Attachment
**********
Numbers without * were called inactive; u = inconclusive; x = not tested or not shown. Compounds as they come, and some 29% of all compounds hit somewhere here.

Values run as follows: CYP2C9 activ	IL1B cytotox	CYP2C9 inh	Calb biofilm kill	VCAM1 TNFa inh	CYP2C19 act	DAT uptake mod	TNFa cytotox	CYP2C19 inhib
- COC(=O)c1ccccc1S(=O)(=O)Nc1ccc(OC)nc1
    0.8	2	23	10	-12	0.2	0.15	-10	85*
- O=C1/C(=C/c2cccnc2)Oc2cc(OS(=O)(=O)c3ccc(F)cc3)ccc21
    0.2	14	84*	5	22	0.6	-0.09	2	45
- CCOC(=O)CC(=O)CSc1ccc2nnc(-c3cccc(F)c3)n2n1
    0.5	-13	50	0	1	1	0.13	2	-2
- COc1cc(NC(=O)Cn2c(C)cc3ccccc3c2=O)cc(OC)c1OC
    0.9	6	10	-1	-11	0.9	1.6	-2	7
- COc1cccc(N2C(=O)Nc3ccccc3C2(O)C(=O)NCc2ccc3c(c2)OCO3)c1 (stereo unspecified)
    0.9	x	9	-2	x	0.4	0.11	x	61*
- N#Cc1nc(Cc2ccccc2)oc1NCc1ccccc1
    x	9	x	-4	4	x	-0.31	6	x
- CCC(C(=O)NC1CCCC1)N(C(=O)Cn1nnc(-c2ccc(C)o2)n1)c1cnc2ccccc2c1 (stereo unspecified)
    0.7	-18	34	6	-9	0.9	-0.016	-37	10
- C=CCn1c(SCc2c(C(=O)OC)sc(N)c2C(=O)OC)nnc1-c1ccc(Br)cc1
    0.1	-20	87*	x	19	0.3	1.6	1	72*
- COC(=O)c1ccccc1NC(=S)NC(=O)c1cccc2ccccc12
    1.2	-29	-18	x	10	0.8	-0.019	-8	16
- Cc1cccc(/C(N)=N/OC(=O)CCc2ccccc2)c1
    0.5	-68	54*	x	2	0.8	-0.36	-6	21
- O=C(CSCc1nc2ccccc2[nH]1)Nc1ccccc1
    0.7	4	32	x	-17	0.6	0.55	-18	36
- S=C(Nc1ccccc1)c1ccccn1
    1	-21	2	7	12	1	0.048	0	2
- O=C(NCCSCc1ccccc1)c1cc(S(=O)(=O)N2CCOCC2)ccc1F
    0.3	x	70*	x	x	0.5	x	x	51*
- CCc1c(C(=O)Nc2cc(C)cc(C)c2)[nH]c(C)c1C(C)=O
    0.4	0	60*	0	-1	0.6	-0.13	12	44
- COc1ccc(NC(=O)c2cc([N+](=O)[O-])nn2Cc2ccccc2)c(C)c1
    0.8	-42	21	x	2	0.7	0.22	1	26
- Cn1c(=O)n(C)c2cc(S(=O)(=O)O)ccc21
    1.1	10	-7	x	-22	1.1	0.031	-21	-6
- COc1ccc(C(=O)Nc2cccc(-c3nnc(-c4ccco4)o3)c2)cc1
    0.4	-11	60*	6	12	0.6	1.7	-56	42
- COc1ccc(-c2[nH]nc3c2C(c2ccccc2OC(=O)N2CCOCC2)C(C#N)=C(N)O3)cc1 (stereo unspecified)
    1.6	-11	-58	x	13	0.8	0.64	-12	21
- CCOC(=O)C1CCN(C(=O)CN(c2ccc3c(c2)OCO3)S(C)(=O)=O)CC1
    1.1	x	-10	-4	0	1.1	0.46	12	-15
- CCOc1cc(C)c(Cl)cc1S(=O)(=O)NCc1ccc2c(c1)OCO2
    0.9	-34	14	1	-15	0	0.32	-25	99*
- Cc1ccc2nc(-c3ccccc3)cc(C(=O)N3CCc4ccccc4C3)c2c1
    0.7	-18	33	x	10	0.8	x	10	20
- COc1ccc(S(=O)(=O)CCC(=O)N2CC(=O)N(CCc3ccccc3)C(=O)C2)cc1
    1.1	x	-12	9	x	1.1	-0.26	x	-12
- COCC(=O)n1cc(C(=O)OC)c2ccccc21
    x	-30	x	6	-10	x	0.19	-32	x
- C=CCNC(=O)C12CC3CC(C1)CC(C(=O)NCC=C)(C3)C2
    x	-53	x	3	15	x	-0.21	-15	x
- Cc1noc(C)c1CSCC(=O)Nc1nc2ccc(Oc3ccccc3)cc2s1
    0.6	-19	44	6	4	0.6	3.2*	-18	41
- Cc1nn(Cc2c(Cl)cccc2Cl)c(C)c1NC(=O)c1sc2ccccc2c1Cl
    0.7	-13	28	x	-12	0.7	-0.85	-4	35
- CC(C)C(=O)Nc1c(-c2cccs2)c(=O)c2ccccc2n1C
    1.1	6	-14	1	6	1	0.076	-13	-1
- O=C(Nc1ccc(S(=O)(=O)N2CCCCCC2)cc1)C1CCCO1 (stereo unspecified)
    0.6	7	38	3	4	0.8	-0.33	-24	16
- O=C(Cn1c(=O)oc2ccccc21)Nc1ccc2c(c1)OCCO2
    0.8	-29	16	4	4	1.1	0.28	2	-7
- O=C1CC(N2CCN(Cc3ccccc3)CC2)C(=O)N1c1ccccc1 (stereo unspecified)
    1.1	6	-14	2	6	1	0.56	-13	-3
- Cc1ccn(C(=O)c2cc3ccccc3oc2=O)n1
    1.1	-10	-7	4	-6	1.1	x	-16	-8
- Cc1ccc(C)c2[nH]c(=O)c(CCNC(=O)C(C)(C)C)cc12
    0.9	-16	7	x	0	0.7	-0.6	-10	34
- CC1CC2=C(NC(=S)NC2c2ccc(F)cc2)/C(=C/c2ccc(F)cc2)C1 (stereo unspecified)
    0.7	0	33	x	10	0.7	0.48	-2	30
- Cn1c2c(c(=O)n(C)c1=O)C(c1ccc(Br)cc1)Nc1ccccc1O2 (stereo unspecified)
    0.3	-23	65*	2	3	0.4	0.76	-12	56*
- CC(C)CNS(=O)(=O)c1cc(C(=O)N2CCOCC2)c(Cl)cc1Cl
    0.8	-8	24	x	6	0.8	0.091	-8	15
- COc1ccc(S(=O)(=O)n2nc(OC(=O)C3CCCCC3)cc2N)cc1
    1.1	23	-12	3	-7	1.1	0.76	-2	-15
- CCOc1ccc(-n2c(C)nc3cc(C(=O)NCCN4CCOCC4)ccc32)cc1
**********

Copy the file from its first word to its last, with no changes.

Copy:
Numbers without * were called inactive; u = inconclusive; x = not tested or not shown. Compounds as they come, and some 29% of all compounds hit somewhere here.

Values run as follows: CYP2C9 activ	IL1B cytotox	CYP2C9 inh	Calb biofilm kill	VCAM1 TNFa inh	CYP2C19 act	DAT uptake mod	TNFa cytotox	CYP2C19 inhib
- COC(=O)c1ccccc1S(=O)(=O)Nc1ccc(OC)nc1
    0.8	2	23	10	-12	0.2	0.15	-10	85*
- O=C1/C(=C/c2cccnc2)Oc2cc(OS(=O)(=O)c3ccc(F)cc3)ccc21
    0.2	14	84*	5	22	0.6	-0.09	2	45
- CCOC(=O)CC(=O)CSc1ccc2nnc(-c3cccc(F)c3)n2n1
    0.5	-13	50	0	1	1	0.13	2	-2
- COc1cc(NC(=O)Cn2c(C)cc3ccccc3c2=O)cc(OC)c1OC
    0.9	6	10	-1	-11	0.9	1.6	-2	7
- COc1cccc(N2C(=O)Nc3ccccc3C2(O)C(=O)NCc2ccc3c(c2)OCO3)c1 (stereo unspecified)
    0.9	x	9	-2	x	0.4	0.11	x	61*
- N#Cc1nc(Cc2ccccc2)oc1NCc1ccccc1
    x	9	x	-4	4	x	-0.31	6	x
- CCC(C(=O)NC1CCCC1)N(C(=O)Cn1nnc(-c2ccc(C)o2)n1)c1cnc2ccccc2c1 (stereo unspecified)
    0.7	-18	34	6	-9	0.9	-0.016	-37	10
- C=CCn1c(SCc2c(C(=O)OC)sc(N)c2C(=O)OC)nnc1-c1ccc(Br)cc1
    0.1	-20	87*	x	19	0.3	1.6	1	72*
- COC(=O)c1ccccc1NC(=S)NC(=O)c1cccc2ccccc12
    1.2	-29	-18	x	10	0.8	-0.019	-8	16
- Cc1cccc(/C(N)=N/OC(=O)CCc2ccccc2)c1
    0.5	-68	54*	x	2	0.8	-0.36	-6	21
- O=C(CSCc1nc2ccccc2[nH]1)Nc1ccccc1
    0.7	4	32	x	-17	0.6	0.55	-18	36
- S=C(Nc1ccccc1)c1ccccn1
    1	-21	2	7	12	1	0.048	0	2
- O=C(NCCSCc1ccccc1)c1cc(S(=O)(=O)N2CCOCC2)ccc1F
    0.3	x	70*	x	x	0.5	x	x	51*
- CCc1c(C(=O)Nc2cc(C)cc(C)c2)[nH]c(C)c1C(C)=O
    0.4	0	60*	0	-1	0.6	-0.13	12	44
- COc1ccc(NC(=O)c2cc([N+](=O)[O-])nn2Cc2ccccc2)c(C)c1
    0.8	-42	21	x	2	0.7	0.22	1	26
- Cn1c(=O)n(C)c2cc(S(=O)(=O)O)ccc21
    1.1	10	-7	x	-22	1.1	0.031	-21	-6
- COc1ccc(C(=O)Nc2cccc(-c3nnc(-c4ccco4)o3)c2)cc1
    0.4	-11	60*	6	12	0.6	1.7	-56	42
- COc1ccc(-c2[nH]nc3c2C(c2ccccc2OC(=O)N2CCOCC2)C(C#N)=C(N)O3)cc1 (stereo unspecified)
    1.6	-11	-58	x	13	0.8	0.64	-12	21
- CCOC(=O)C1CCN(C(=O)CN(c2ccc3c(c2)OCO3)S(C)(=O)=O)CC1
    1.1	x	-10	-4	0	1.1	0.46	12	-15
- CCOc1cc(C)c(Cl)cc1S(=O)(=O)NCc1ccc2c(c1)OCO2
    0.9	-34	14	1	-15	0	0.32	-25	99*
- Cc1ccc2nc(-c3ccccc3)cc(C(=O)N3CCc4ccccc4C3)c2c1
    0.7	-18	33	x	10	0.8	x	10	20
- COc1ccc(S(=O)(=O)CCC(=O)N2CC(=O)N(CCc3ccccc3)C(=O)C2)cc1
    1.1	x	-12	9	x	1.1	-0.26	x	-12
- COCC(=O)n1cc(C(=O)OC)c2ccccc21
    x	-30	x	6	-10	x	0.19	-32	x
- C=CCNC(=O)C12CC3CC(C1)CC(C(=O)NCC=C)(C3)C2
    x	-53	x	3	15	x	-0.21	-15	x
- Cc1noc(C)c1CSCC(=O)Nc1nc2ccc(Oc3ccccc3)cc2s1
    0.6	-19	44	6	4	0.6	3.2*	-18	41
- Cc1nn(Cc2c(Cl)cccc2Cl)c(C)c1NC(=O)c1sc2ccccc2c1Cl
    0.7	-13	28	x	-12	0.7	-0.85	-4	35
- CC(C)C(=O)Nc1c(-c2cccs2)c(=O)c2ccccc2n1C
    1.1	6	-14	1	6	1	0.076	-13	-1
- O=C(Nc1ccc(S(=O)(=O)N2CCCCCC2)cc1)C1CCCO1 (stereo unspecified)
    0.6	7	38	3	4	0.8	-0.33	-24	16
- O=C(Cn1c(=O)oc2ccccc21)Nc1ccc2c(c1)OCCO2
    0.8	-29	16	4	4	1.1	0.28	2	-7
- O=C1CC(N2CCN(Cc3ccccc3)CC2)C(=O)N1c1ccccc1 (stereo unspecified)
    1.1	6	-14	2	6	1	0.56	-13	-3
- Cc1ccn(C(=O)c2cc3ccccc3oc2=O)n1
    1.1	-10	-7	4	-6	1.1	x	-16	-8
- Cc1ccc(C)c2[nH]c(=O)c(CCNC(=O)C(C)(C)C)cc12
    0.9	-16	7	x	0	0.7	-0.6	-10	34
- CC1CC2=C(NC(=S)NC2c2ccc(F)cc2)/C(=C/c2ccc(F)cc2)C1 (stereo unspecified)
    0.7	0	33	x	10	0.7	0.48	-2	30
- Cn1c2c(c(=O)n(C)c1=O)C(c1ccc(Br)cc1)Nc1ccccc1O2 (stereo unspecified)
    0.3	-23	65*	2	3	0.4	0.76	-12	56*
- CC(C)CNS(=O)(=O)c1cc(C(=O)N2CCOCC2)c(Cl)cc1Cl
    0.8	-8	24	x	6	0.8	0.091	-8	15
- COc1ccc(S(=O)(=O)n2nc(OC(=O)C3CCCCC3)cc2N)cc1
    1.1	23	-12	3	-7	1.1	0.76	-2	-15
- CCOc1ccc(-n2c(C)nc3cc(C(=O)NCCN4CCOCC4)ccc32)cc1